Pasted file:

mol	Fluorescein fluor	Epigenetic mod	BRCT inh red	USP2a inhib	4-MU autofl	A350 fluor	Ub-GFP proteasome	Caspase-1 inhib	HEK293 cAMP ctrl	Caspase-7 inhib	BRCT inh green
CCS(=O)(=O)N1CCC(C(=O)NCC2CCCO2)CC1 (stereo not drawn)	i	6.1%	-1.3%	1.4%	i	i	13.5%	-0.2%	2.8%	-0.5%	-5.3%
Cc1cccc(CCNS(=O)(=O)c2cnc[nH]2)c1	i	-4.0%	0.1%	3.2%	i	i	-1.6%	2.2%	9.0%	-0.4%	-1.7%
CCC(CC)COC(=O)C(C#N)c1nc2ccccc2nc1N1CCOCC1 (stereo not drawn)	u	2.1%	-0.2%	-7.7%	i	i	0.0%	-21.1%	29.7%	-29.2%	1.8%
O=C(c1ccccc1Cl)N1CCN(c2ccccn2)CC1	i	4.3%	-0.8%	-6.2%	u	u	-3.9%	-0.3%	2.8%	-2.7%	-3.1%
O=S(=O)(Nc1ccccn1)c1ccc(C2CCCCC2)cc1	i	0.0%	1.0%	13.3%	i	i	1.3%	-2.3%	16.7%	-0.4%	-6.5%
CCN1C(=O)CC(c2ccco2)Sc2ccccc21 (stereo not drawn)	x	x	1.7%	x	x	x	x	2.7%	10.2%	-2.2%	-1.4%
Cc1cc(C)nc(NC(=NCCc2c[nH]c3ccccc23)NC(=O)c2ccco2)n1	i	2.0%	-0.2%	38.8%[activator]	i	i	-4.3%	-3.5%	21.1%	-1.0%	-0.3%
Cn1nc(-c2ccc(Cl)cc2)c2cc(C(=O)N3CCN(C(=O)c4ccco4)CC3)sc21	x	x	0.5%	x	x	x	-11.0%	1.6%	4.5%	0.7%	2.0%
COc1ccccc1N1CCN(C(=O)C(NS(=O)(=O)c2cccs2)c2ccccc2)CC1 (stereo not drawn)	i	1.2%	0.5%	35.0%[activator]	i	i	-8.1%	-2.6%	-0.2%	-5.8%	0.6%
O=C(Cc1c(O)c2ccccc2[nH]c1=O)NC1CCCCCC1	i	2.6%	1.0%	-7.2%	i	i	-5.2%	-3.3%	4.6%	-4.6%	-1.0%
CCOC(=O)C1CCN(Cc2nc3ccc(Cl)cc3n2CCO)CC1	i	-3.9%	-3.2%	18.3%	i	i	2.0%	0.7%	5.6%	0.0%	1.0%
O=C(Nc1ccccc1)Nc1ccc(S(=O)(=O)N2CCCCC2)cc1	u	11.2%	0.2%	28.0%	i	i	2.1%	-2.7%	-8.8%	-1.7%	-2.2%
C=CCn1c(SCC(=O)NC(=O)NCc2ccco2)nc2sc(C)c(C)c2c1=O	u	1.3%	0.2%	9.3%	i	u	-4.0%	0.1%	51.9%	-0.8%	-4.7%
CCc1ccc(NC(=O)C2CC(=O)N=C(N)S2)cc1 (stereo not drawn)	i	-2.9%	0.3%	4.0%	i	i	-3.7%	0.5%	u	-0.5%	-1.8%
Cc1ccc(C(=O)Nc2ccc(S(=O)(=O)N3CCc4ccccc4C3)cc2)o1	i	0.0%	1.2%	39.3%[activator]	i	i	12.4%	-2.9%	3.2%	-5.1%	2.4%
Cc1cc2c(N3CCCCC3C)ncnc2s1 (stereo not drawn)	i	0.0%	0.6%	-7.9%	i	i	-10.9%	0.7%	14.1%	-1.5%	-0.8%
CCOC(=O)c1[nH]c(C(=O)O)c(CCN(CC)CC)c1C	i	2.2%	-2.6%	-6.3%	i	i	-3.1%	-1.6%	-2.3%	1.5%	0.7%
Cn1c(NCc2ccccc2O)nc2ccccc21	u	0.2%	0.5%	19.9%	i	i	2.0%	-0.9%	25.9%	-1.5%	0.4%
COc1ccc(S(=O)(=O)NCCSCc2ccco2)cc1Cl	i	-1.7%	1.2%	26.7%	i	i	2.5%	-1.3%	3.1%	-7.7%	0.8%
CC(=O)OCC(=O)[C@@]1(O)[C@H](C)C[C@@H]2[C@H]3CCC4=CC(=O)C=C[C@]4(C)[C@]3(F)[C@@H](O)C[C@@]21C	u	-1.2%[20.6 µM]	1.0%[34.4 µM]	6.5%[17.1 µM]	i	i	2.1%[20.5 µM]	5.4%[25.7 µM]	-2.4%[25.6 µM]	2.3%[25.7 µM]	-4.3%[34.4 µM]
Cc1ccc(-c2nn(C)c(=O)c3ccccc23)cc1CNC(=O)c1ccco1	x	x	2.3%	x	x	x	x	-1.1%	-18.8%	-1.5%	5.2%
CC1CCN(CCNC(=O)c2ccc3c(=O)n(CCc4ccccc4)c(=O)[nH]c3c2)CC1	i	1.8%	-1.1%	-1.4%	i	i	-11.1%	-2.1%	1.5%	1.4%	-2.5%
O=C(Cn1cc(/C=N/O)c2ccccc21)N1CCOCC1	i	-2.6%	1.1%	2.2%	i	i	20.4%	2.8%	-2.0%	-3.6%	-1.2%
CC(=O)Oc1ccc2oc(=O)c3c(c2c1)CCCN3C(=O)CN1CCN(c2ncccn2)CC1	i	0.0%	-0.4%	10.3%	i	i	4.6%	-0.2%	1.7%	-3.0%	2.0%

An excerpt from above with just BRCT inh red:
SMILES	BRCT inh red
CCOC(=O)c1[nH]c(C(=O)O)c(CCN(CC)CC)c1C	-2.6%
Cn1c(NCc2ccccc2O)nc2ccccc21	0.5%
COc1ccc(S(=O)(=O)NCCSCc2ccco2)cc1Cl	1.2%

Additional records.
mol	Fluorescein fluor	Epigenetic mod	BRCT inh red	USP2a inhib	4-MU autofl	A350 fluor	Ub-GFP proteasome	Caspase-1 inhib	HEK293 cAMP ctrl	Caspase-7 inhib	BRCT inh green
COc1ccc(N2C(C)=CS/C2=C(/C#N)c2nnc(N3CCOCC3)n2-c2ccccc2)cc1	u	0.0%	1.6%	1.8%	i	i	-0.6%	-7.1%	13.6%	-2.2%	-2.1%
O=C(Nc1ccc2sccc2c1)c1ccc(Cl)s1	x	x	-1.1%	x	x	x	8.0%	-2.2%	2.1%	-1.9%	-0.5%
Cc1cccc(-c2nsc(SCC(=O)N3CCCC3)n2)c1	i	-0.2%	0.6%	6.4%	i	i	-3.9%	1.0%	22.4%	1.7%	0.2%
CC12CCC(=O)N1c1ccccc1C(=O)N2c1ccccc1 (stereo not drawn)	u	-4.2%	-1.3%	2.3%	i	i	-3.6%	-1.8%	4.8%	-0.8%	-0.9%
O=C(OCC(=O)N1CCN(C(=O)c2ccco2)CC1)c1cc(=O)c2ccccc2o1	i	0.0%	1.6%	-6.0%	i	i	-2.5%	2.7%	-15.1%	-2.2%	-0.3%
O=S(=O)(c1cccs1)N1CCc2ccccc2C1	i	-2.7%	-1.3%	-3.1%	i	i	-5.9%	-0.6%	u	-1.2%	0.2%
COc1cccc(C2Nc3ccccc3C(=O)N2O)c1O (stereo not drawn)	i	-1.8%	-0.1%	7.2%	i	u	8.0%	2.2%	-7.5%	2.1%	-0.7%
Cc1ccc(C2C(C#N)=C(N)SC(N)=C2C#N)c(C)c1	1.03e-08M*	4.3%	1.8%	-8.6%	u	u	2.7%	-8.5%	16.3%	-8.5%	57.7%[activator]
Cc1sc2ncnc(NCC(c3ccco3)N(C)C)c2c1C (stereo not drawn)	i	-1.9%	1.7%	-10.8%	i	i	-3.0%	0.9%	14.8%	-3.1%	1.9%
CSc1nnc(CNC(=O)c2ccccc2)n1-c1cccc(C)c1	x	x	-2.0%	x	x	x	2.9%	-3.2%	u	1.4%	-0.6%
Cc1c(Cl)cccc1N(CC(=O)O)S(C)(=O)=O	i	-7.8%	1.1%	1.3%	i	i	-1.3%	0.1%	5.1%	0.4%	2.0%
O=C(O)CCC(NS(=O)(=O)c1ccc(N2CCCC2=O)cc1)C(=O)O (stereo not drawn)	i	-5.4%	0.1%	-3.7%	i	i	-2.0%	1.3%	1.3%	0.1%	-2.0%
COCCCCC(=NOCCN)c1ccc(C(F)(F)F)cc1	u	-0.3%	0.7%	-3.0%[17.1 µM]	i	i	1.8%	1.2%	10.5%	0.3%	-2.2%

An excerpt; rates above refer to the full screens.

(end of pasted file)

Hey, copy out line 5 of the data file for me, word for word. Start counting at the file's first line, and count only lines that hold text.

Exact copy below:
O=C(c1ccccc1Cl)N1CCN(c2ccccn2)CC1	i	4.3%	-0.8%	-6.2%	u	u	-3.9%	-0.3%	2.8%	-2.7%	-3.1%